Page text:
10. A thin walled flexible, thermoplastic synthetic plastic pressure vessel, particularly for carbonated beverages, comprising: an annular, differential pressure formed, side wall portion having a neck at its upper end out which the beverage or the like may be poured; and a differential pressure formed bottom for said vessel, having a concavo-convex bottom wall and a continuous generally vertically extending peripheral flange telescopically received by the lower end of said side wall to provide a lower end portion for said vessel of double wall thickness; the external diameter of the upper portion of said flange being of slightly greater diameter than the interior diameter of the section of the side wall portion by which it is received so as to be received with an interference fit; friction weld material between the upper portion of said flange and side wall portion at the periphery of said bottom wall securely bonding the bottom wall to the side wall portion, and vertical telescoping stop surfaces, comprising radially extending shoulder means, on the flange and side wall portion, below said friction weld material.

Patent Citations
Cited PatentFiling datePublication dateApplicantTitle
US1913880 *Aug 7, 1931Jun 13, 1933J C Hoffman IncContainer
US2101530 *May 5, 1936Dec 7, 1937Brenzinger JuliusSheet-material container and art of making same
US3297504 *Mar 13, 1963Jan 10, 1967Brown Machine Co Of MichiganMethod and apparatus for assembling and joining thermoplastic container sections by friction welding
US3499068 *Apr 20, 1966Mar 3, 1970Brown Machine Co Of MichiganMethods and apparatus for making containers
IT650064A * Title not available
Referenced by
Citing PatentFiling datePublication dateApplicantTitle
US3837517 *Sep 6, 1972Sep 24, 1974Phillips Petroleum CoMolecularly oriented hollow article, such as a bottle
US3952904 *Sep 3, 1974Apr 27, 1976Verlinden MariusContainer, particularly a beer barrel
US4023700 *May 4, 1976May 17, 1977Scal - Societe De Conditionnements En AluminumContainer for pressurized liquid having a non-rigid wall
US4402451 *May 6, 1982Sep 6, 1983Boise Cascade CorporationComposite container having spin bonded end
US4411726 *May 6, 1982Oct 25, 1983Boise Cascade CorporationApparatus for spin bonding ends for composite containers
US4690276 *Sep 5, 1986Sep 1, 1987Howard SussmanContainers for cosmetic sundries
US5454480 *Oct 21, 1993Oct 3, 1995Morris Holmes & Co.Flangeless fuel tank
US5626776 *Jun 5, 1995May 6, 1997Morris Holmes & Co.Flangeless fuel tank
US20040166266 *Sep 12, 2003Aug 26, 2004General Electric CompanyPressurized containers and method for making thereof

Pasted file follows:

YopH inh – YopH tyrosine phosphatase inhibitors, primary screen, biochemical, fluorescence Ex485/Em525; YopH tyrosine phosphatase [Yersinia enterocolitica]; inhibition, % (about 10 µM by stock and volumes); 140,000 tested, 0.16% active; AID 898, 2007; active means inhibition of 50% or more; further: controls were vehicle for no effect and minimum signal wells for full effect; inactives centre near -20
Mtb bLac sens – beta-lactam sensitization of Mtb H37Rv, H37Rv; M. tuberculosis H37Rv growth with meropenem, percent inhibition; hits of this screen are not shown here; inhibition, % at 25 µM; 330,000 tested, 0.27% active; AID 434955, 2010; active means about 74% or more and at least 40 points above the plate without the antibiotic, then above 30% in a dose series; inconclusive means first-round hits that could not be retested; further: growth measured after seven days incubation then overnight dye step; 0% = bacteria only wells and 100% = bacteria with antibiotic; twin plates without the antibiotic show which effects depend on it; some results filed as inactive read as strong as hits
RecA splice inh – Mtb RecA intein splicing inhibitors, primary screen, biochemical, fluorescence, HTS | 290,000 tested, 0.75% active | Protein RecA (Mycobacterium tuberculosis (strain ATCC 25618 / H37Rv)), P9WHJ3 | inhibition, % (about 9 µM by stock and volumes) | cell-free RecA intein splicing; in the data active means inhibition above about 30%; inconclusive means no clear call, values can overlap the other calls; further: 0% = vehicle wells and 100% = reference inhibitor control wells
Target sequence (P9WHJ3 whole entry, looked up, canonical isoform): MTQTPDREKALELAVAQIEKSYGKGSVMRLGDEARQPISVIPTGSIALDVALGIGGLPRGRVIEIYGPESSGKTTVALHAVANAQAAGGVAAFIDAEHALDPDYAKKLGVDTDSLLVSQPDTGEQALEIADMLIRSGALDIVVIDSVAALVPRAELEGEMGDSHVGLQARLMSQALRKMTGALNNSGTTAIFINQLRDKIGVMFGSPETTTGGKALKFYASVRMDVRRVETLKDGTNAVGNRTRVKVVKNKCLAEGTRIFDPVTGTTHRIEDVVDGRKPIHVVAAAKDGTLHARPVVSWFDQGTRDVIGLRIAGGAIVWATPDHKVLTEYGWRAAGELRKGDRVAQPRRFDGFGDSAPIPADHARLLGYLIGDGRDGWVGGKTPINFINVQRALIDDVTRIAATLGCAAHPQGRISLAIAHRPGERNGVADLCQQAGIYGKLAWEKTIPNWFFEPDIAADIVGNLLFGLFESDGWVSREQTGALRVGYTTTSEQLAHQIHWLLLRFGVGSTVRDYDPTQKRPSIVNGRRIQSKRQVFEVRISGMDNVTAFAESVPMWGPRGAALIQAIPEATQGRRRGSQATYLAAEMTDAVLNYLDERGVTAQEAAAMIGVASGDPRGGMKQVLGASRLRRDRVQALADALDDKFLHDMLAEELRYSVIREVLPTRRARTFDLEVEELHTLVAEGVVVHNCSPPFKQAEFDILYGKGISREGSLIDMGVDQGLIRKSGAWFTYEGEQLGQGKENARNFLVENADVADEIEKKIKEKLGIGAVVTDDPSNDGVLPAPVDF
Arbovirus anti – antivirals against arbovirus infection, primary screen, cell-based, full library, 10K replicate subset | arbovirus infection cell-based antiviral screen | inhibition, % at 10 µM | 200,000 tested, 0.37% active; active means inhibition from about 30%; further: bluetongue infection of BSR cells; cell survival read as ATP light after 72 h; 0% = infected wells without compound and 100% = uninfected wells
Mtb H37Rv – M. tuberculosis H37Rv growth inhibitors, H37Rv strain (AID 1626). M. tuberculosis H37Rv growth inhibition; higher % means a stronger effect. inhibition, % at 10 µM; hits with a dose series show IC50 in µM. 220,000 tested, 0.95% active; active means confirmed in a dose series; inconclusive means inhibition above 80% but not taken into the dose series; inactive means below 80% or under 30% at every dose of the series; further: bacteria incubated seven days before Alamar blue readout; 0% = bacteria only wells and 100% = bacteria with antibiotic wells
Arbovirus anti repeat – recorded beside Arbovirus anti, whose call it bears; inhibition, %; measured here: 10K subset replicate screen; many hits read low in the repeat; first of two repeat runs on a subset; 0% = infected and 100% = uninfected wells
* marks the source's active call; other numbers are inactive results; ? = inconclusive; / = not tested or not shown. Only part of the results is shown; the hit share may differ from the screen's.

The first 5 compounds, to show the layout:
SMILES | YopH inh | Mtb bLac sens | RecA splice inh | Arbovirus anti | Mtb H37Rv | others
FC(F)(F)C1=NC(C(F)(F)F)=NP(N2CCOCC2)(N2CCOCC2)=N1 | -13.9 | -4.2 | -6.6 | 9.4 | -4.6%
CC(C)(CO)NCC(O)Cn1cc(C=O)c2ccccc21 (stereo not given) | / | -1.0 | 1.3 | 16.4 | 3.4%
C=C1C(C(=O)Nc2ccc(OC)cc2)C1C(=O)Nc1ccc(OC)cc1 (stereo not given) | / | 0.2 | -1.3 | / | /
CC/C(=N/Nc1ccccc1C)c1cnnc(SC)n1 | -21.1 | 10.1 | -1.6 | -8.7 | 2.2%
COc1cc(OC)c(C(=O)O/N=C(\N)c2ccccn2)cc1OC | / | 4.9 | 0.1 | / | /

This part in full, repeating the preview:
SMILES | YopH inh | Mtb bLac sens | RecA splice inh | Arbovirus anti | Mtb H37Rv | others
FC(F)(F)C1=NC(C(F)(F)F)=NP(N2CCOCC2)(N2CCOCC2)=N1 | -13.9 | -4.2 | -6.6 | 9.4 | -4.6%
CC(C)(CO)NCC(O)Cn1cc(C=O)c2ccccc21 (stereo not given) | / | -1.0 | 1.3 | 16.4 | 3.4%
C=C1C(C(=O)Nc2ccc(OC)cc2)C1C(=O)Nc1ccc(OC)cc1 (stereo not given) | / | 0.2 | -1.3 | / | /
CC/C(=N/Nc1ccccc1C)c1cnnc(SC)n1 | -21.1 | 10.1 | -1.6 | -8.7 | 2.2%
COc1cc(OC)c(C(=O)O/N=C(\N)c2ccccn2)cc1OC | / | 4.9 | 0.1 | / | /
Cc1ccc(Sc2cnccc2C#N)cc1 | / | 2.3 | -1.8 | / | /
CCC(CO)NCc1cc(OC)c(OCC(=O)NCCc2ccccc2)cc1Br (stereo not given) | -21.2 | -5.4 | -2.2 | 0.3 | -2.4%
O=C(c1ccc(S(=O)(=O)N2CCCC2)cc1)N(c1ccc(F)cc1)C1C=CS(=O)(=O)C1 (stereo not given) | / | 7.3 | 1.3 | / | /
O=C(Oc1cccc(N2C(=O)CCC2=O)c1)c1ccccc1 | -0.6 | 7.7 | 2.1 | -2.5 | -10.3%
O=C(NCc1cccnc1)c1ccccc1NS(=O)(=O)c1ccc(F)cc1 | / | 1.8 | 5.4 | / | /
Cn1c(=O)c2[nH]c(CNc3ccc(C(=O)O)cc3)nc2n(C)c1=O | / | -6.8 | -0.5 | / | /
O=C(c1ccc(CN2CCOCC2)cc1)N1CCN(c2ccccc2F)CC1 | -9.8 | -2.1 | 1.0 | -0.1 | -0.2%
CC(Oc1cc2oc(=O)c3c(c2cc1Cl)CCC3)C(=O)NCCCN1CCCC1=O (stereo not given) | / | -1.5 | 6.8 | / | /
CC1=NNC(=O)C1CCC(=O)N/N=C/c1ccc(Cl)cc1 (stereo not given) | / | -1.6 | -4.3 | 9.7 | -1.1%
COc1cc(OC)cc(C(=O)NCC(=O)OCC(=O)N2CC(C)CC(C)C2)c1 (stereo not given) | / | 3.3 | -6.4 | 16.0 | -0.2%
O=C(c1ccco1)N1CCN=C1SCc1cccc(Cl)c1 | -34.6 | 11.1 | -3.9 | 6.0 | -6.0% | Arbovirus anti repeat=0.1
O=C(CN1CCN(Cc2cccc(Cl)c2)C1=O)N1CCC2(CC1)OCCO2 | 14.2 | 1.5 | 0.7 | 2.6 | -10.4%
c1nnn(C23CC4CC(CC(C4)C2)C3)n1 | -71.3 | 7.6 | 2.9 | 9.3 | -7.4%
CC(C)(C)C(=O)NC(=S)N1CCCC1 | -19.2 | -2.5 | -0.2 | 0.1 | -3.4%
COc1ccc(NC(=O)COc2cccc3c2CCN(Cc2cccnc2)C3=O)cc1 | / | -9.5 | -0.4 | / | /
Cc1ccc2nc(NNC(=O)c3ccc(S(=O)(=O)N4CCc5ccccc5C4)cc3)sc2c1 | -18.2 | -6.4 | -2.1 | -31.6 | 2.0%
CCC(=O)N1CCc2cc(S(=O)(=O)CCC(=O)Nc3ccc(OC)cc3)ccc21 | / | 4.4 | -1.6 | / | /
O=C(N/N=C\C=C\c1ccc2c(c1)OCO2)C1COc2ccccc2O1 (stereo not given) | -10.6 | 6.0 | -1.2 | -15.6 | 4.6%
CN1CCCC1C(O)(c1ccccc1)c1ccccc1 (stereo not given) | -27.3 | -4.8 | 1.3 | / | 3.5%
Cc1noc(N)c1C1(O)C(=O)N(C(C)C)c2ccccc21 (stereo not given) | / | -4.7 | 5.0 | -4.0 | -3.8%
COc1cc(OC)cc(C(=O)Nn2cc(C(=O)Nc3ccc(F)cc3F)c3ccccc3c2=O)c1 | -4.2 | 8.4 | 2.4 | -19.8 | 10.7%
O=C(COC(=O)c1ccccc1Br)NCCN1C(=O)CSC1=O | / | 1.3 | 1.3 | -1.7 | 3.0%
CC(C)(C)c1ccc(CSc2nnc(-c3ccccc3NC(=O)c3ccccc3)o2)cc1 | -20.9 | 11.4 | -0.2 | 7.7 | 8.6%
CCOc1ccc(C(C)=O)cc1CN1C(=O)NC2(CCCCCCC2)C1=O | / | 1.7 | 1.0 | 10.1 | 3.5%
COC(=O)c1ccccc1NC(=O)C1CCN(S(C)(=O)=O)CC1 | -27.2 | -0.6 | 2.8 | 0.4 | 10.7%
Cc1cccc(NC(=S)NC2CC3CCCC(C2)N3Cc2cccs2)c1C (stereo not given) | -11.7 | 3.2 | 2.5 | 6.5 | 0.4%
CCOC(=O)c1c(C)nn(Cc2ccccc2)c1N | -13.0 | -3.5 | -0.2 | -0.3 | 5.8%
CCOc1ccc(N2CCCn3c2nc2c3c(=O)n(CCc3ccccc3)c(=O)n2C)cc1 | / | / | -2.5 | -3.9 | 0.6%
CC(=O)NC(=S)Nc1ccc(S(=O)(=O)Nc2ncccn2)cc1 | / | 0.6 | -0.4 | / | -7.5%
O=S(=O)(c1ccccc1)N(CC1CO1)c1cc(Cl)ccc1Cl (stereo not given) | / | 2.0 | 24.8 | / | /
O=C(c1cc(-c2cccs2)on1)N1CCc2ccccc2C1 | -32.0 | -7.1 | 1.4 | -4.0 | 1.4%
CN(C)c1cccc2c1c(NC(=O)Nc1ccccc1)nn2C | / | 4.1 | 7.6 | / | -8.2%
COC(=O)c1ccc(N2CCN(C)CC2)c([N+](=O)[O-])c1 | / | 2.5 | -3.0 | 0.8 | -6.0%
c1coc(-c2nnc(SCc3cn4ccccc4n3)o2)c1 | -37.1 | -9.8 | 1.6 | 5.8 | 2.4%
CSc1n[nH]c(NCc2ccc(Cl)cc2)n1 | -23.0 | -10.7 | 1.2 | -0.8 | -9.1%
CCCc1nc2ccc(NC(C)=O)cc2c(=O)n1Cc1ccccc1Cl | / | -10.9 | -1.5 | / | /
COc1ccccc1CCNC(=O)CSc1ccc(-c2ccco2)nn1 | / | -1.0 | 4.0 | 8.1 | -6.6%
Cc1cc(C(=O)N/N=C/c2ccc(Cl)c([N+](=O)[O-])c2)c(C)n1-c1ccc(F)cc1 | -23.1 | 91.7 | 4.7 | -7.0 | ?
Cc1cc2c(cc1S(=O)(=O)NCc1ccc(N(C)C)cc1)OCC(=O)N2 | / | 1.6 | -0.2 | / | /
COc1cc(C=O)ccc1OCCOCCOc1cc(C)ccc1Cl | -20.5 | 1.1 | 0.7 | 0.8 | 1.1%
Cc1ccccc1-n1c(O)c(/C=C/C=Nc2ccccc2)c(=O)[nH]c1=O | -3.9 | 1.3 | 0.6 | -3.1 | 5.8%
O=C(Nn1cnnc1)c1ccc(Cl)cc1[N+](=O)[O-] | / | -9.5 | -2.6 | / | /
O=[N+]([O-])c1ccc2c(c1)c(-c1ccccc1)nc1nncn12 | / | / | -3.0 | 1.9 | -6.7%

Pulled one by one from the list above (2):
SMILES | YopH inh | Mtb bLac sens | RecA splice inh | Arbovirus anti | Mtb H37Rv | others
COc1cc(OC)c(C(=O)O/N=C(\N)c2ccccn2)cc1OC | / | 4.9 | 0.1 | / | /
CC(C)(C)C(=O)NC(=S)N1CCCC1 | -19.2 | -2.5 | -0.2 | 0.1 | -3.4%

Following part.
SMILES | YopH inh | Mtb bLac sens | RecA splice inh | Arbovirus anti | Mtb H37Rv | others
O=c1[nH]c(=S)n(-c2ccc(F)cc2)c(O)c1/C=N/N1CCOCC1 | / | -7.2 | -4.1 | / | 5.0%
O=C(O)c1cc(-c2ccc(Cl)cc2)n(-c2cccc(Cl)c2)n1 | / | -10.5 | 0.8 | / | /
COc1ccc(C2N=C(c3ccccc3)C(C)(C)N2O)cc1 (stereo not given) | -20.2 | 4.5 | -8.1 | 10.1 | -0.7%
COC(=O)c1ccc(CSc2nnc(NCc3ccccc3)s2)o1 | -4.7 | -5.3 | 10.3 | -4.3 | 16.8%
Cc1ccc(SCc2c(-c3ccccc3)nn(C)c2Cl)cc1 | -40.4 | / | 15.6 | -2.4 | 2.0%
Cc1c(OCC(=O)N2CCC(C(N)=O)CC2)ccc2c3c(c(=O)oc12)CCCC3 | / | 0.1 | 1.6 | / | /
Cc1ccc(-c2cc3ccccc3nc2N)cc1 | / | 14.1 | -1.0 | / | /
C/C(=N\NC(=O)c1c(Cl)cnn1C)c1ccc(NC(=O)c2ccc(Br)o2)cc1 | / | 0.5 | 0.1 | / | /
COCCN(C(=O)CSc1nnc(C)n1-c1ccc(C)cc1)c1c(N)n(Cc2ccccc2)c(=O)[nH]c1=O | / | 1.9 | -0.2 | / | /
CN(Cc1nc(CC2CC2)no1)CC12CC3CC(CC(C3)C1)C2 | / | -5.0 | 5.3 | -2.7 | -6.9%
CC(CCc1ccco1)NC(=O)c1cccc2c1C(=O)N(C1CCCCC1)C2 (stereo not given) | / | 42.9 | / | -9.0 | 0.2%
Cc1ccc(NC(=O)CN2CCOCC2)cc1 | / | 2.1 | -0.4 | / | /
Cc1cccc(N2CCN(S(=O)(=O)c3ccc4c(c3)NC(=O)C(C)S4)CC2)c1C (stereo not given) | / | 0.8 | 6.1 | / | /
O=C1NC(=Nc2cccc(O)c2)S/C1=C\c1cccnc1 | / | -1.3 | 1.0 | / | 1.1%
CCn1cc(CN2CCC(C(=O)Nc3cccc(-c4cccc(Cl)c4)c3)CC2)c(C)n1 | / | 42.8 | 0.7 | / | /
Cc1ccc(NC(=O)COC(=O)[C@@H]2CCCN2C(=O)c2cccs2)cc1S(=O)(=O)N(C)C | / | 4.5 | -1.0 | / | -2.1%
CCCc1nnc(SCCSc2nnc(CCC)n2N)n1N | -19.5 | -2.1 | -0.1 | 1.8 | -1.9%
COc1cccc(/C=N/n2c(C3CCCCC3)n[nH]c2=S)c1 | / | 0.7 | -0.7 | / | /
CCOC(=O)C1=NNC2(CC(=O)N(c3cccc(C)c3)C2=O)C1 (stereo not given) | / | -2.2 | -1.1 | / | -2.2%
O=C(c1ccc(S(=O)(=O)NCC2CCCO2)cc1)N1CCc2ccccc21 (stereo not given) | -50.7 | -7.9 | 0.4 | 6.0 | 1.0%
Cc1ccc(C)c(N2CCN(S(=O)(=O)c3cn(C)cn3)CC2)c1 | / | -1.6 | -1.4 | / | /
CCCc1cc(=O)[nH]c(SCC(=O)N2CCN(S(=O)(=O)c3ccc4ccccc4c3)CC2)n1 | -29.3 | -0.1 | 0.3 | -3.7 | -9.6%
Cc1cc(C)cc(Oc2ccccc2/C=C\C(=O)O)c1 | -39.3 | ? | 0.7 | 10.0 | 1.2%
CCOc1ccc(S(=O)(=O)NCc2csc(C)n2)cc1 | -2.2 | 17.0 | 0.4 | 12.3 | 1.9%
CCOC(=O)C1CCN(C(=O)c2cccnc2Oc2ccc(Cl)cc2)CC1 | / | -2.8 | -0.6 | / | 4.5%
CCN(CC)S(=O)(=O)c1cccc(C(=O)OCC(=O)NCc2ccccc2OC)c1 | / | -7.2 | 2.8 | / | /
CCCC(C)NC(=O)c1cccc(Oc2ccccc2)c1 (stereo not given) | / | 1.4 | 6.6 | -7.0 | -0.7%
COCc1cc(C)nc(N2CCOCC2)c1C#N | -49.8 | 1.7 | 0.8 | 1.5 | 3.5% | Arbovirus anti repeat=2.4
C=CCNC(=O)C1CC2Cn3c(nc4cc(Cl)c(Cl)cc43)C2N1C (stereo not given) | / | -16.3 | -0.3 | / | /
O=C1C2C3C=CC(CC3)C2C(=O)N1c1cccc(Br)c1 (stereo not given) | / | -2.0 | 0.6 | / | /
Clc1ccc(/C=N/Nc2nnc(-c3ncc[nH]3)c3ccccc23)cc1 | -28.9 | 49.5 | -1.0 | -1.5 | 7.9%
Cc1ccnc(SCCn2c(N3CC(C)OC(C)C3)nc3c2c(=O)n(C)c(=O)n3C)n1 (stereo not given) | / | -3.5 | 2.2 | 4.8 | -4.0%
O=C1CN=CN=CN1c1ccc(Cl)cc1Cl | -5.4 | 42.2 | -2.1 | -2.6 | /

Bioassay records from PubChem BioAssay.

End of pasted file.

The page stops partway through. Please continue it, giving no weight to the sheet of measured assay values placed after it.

US20050023237 *Aug 1, 2003Feb 3, 2005Inestroza Marlon LeslieDetachable plastic bottle and bottle holder for consumers and healthcare
Classifications
U.S. Classification215/376, 156/73.5, 229/5.5, 220/613
International ClassificationB65D23/00
Cooperative ClassificationB65D11/04
European ClassificationB65D11/04
Legal Events
DateCodeEventDescription
Aug 12, 1993ASAssignment
Owner name: PACKAGING RESOURCES INCORPORATED, ILLINOIS
Free format text: ASSIGNMENT FOR RELEASE OF SECURITY;ASSIGNOR:SECURITY PACIFIC BUSINESS CREDIT INC.;REEL/FRAME:006667/0051
Owner name: UNION BANK OF SWITZERLAND, NEW YORK BRANCH, AS AGE
Free format text: ASSIGNMENT FOR SECURITY;ASSIGNOR:PACKAGING RESOURCES INCORPORATED;REEL/FRAME:006667/0075
Effective date: 19930630
Jul 29, 1988AS02Assignment of assignor's interest
Owner name: AMCA INTERNATIONAL CORPORATION, A CORP OF DE.
Effective date: 19880721
Owner name: KOEHRING COMPANY, A CORP OF DE.
Owner name: PACKAGING RESOURCES, INCORPORATED, 333 W. WACKER D
Jul 29, 1988ASAssignment
Owner name: PACKAGING RESOURCES, INCORPORATED, 333 W. WACKER D
Free format text: ASSIGNMENT OF ASSIGNORS INTEREST.;ASSIGNORS:AMCA INTERNATIONAL CORPORATION, A CORP OF DE.;KOEHRING COMPANY, A CORP OF DE.;REEL/FRAME:004923/0110
Effective date: 19880721
Owner name: PACKAGING RESOURCES, INCORPORATED, A CORP OF DE.,I
Free format text: ASSIGNMENT OF ASSIGNORS INTEREST;ASSIGNORS:AMCA INTERNATIONAL CORPORATION, A CORP OF DE.;KOEHRING COMPANY, A CORP OF DE.;REEL/FRAME:4923/110
Free format text: ASSIGNMENT OF ASSIGNORS INTEREST;ASSIGNORS:AMCA INTERNATIONAL CORPORATION, A CORP OF DE.;KOEHRING COMPANY, A CORP OF DE.;REEL/FRAME:004923/0110
Jul 14, 1981ASAssignment
Owner name: KOEHRING COMPANY 200 EXECUTIVE DRIVE, BROOFIELD, W
Free format text: ASSIGNMENT OF ASSIGNORS INTEREST.;ASSIGNOR:KOEHRING COMPANY A WI CORP.;REEL/FRAME:003995/0514
Effective date: 19810505